The surface structuring of metallic sheets or foils to create riblets – which reduce the skin friction drag of an aircraft – has been developed by EADS as an alternative to the currently-available polymeric foils.
The metallic riblet foils developed at EADS show higher mechanical stability than the commercially available polymeric foils. They are manufactured either by rolling, embossing or spraying of metallic nano-powders.
Shaped surfaces that are inspired by the ridged scales of sharks have been applied on aircraft to reduce skin friction and drag, thereby lowering fuel consumption and CO2 emissions. Compared to existing polymeric riblet foils and paints, the EADS-developed metallic foils offer a significantly improved stability against mechanical impacts such as erosion by sand and rain. The metallic riblet structures can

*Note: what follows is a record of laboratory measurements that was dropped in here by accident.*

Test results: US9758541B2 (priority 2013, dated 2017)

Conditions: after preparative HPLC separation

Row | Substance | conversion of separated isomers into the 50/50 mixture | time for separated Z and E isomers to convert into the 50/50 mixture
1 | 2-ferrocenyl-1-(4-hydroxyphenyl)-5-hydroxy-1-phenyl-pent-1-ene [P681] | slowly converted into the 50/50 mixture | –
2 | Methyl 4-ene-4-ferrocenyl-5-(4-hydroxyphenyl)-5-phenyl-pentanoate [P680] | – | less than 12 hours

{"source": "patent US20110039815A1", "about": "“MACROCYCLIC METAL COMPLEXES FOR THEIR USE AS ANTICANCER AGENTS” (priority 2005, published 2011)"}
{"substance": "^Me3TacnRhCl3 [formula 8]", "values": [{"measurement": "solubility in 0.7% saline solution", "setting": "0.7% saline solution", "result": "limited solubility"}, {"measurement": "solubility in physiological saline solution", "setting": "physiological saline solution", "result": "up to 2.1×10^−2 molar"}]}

either be manufactured by state-of-the-art technologies like rolling or embossing, or by spraying metallic nano-powders on an already-structured mold or roller. The metallic foils are functionalized to ensure a durable bonding to the substrate (metallic or fiber reinforced composite) and also are functionalized on the top to protect the micro-structures from contamination.
Reduction of skin friction drag of civil and military aircraft, rotor blades, as well as for ships (using other riblet structure dimensions).
Reduction of fuel consumption and CO2 emission by reduction of the skin friction drag. Improved durability against mechanical impacts when compared to polymeric foils and paints. Potential contribution to lightning strike protection.